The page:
Spintronics–Counting on the Right Spin
Computers and electronics are the foundations of modern information processing, ranging from the mobile telephone to credit card invoicing. Bits and bytes run back and forth as electron charges between transistors, memory devices and hard drives. The electron's second important property–its spin, on which the magnetic properties of matter are based–has barely been exploited.
In the medium term, computer components produced by spintronics could consume less energy and process more quickly than today's components. And in contrast to today's chips, the information stored in these components is also retained when the computers are turned off, eliminating the time-consuming "booting" process.
Jülich researchers are developing materials and processes that communicate between electrical and magnetic properties at the level of quantum mechanics. They use supercomputers and mathematical models to explore the atomic interactions in crystals. High-resolution light and electron microscopy, as well as neutron and synchrotron experiments, provide insights into matter. In state-of-the-art ultrahigh vacuum chambers, the scientists stack various elements atomic layer by atomic layer to construct a sample with unique magnetic properties, such as spin valves that filter out electrodes with suitable spin from a current of electrodes. Or switches between magnetic states, that respond to the tiniest electric voltages or currents.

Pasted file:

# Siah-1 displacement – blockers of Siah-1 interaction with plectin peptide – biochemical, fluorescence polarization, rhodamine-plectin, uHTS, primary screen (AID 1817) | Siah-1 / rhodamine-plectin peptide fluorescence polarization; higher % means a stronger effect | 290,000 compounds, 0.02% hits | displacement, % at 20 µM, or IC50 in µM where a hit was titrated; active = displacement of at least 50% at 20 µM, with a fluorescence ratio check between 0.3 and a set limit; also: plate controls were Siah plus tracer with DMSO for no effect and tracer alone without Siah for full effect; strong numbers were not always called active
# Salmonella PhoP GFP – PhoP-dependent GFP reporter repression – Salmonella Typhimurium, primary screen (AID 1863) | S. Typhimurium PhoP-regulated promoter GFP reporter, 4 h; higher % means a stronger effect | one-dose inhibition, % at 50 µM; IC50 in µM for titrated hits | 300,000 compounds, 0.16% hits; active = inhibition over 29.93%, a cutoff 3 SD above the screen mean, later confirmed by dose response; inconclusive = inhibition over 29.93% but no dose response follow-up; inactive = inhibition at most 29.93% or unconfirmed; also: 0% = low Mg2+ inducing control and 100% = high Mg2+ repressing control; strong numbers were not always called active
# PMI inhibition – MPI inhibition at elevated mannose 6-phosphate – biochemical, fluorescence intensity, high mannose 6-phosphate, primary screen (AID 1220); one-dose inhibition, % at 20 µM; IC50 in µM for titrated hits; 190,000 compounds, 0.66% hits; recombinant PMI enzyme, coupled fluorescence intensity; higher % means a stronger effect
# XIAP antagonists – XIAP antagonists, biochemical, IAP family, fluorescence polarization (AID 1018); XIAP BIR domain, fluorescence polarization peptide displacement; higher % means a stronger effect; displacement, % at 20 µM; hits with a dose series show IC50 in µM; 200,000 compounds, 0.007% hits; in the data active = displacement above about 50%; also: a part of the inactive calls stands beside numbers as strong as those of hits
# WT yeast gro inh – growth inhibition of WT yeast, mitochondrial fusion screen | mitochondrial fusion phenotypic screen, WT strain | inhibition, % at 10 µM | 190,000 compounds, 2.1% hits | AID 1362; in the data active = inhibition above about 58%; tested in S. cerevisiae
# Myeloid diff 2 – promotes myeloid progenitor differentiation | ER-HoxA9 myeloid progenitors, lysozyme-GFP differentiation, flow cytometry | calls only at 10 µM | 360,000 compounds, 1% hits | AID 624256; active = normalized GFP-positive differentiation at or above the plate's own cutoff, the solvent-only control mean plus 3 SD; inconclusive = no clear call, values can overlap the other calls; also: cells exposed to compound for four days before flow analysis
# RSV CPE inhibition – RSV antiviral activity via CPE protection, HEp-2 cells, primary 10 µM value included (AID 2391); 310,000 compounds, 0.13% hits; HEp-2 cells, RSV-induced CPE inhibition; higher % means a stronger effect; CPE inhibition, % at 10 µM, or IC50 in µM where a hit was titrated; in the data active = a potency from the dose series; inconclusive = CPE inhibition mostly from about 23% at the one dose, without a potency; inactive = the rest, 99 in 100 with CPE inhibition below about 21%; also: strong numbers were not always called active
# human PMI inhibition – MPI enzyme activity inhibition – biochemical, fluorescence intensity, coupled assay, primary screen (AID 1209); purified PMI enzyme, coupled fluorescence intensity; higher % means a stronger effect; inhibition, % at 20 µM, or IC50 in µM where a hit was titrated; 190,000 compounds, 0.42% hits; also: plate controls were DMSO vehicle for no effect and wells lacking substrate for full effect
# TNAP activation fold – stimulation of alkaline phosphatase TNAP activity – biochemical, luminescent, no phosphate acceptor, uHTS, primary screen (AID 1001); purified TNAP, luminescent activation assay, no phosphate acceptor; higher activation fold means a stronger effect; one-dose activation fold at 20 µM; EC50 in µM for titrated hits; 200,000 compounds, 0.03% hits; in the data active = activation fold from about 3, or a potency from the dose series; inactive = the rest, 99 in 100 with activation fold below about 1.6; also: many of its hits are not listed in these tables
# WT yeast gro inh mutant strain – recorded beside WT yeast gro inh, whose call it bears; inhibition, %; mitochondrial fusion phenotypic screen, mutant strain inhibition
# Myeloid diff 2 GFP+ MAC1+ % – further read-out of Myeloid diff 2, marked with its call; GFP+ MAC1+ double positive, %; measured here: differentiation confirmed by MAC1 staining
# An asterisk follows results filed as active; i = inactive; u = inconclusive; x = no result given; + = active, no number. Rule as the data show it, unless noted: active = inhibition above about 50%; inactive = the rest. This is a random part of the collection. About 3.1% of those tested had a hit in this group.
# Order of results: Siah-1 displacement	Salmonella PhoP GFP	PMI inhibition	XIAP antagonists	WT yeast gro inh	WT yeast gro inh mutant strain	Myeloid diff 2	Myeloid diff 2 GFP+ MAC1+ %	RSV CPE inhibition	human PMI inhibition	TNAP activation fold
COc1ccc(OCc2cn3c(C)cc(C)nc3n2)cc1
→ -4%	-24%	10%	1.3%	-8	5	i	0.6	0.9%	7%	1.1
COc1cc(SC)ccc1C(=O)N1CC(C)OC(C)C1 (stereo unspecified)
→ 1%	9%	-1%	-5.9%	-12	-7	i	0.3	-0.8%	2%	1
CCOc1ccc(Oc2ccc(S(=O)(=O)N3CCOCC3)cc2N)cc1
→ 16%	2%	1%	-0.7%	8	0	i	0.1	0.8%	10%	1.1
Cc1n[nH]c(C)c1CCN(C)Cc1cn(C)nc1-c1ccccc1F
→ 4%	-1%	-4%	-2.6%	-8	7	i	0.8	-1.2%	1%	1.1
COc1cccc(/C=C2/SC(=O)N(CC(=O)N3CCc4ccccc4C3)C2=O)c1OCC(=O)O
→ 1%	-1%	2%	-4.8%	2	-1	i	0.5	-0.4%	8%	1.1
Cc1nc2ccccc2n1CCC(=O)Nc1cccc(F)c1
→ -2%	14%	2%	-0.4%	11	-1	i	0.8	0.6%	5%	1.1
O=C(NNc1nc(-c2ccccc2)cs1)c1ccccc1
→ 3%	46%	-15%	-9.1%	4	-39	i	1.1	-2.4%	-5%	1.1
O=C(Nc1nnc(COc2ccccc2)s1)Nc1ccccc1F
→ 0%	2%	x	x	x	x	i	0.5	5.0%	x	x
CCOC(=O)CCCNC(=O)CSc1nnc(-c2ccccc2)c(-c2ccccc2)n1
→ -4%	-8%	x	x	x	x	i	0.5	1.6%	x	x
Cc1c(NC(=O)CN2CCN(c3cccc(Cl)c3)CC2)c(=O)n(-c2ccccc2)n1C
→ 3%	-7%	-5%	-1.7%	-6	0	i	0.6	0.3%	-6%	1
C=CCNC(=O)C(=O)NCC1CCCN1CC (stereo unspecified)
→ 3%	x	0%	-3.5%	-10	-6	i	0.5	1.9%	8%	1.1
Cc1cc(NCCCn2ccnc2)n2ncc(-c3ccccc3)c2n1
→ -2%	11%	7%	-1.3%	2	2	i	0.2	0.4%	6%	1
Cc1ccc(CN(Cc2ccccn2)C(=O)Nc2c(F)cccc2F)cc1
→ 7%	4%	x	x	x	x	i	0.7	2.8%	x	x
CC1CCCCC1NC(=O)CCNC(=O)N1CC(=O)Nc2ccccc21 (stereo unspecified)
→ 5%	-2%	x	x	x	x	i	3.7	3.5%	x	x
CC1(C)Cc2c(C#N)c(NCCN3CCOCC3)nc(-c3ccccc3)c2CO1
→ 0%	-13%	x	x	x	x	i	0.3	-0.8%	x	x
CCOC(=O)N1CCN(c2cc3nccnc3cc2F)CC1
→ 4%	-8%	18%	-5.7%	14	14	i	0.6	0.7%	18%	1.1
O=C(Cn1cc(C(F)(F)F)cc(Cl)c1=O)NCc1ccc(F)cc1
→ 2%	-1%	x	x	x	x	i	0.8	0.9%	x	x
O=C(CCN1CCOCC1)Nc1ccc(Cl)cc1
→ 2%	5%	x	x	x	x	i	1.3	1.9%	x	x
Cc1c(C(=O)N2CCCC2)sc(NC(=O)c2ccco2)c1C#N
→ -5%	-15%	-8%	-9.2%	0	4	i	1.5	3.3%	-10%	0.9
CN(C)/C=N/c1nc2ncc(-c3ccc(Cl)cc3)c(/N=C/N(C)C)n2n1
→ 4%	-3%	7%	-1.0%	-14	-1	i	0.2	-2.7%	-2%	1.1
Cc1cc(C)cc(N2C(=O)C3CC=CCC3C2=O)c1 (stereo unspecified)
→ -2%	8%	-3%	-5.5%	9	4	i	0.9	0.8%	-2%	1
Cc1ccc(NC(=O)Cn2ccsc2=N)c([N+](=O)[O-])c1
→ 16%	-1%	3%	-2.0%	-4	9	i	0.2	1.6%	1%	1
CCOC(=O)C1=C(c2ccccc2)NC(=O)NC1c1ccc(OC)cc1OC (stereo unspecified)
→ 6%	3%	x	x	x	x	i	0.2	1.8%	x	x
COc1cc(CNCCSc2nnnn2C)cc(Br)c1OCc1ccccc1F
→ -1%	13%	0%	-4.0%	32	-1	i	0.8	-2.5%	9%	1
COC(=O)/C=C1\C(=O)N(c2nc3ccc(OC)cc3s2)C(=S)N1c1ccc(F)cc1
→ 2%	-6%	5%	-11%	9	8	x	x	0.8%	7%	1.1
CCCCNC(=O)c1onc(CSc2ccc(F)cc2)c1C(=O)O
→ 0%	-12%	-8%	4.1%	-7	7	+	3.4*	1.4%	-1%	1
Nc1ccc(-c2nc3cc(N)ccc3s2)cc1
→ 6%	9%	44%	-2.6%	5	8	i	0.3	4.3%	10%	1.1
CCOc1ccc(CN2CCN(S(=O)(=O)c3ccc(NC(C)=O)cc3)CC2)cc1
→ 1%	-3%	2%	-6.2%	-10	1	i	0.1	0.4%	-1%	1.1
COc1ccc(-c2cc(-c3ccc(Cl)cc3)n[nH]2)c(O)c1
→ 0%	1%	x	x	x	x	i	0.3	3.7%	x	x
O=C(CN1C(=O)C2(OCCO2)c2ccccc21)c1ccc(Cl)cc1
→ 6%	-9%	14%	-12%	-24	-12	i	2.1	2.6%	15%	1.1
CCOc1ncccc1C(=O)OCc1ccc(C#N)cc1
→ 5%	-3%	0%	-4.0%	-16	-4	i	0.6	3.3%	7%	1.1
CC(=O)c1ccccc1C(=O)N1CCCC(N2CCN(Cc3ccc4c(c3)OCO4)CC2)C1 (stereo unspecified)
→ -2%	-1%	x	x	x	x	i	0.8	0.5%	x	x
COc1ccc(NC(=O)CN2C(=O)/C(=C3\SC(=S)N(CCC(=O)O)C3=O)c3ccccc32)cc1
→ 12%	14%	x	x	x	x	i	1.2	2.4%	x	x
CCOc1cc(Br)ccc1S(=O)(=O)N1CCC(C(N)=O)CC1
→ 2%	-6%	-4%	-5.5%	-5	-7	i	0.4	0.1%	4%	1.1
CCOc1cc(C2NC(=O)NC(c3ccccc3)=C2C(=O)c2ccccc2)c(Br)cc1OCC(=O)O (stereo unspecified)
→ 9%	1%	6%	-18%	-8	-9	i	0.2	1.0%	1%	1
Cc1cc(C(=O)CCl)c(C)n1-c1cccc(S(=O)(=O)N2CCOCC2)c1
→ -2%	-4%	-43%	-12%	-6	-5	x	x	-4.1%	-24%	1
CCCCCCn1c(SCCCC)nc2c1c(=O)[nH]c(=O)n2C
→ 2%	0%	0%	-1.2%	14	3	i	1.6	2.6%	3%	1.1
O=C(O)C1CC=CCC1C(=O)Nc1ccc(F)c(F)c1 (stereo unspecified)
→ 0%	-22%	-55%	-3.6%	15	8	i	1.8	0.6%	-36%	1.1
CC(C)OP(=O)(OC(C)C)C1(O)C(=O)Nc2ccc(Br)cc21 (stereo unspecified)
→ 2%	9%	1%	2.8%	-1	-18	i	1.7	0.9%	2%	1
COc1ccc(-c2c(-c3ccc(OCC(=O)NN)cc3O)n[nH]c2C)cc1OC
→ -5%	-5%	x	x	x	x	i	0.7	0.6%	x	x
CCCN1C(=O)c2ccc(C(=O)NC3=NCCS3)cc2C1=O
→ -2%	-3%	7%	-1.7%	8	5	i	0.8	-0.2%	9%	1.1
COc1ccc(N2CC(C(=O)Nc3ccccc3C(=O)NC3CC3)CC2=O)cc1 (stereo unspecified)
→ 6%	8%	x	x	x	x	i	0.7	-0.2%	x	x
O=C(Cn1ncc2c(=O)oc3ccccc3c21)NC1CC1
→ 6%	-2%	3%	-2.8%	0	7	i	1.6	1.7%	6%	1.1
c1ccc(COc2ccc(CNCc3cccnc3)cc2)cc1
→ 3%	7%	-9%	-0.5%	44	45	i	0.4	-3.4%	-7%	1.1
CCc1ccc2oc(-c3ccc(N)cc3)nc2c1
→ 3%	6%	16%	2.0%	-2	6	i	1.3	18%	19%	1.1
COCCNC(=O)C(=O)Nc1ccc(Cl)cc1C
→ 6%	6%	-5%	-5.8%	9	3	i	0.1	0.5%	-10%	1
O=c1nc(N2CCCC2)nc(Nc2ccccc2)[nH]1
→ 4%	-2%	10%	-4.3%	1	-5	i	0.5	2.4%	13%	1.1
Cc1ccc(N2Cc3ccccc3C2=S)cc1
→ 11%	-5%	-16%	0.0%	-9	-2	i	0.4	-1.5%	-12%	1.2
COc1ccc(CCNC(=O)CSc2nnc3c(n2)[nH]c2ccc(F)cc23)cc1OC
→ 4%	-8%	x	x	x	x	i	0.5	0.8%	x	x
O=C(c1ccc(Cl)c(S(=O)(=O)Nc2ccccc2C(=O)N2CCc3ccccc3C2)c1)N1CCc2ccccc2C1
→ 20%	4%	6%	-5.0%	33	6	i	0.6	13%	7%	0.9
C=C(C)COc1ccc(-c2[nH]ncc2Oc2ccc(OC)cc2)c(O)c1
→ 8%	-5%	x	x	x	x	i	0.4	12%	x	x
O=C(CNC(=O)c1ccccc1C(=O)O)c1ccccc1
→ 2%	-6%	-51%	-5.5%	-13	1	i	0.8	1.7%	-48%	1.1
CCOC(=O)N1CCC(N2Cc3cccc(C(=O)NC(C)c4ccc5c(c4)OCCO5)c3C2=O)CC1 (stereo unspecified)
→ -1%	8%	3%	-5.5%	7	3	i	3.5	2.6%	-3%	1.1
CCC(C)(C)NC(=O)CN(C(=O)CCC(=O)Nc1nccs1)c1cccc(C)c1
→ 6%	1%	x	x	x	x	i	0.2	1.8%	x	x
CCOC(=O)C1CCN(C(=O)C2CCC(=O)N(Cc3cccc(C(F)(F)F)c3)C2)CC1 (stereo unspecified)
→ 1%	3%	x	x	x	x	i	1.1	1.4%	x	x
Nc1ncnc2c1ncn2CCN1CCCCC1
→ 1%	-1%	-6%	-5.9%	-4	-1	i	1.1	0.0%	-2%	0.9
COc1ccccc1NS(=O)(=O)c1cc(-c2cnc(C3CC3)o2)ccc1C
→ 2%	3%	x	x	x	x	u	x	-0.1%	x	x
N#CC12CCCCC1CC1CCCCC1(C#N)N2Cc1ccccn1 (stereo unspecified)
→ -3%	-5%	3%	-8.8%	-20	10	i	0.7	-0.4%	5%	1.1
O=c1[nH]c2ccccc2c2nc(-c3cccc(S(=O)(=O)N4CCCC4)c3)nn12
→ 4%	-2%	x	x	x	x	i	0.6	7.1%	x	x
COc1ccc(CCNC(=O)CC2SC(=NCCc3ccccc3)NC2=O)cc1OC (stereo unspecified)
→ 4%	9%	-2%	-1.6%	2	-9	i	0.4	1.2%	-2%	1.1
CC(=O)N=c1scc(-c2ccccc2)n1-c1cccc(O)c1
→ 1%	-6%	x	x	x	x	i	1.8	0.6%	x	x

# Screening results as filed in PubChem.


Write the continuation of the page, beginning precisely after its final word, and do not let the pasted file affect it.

Spintronics is no longer a far-off dream of the future, however. Today, the read heads of hard drives use spin-based effects to find gigabytes of data on a surface the size of a thumbnail. The foundations for this and for spintronics were laid at Forschungszentrum Jülich. The Jülich researcher Peter Grünberg discovered the "GMR effect" used in today's hard drives over 20 years ago. For his discovery, he was awarded the Nobel Prize in Physics in 2007.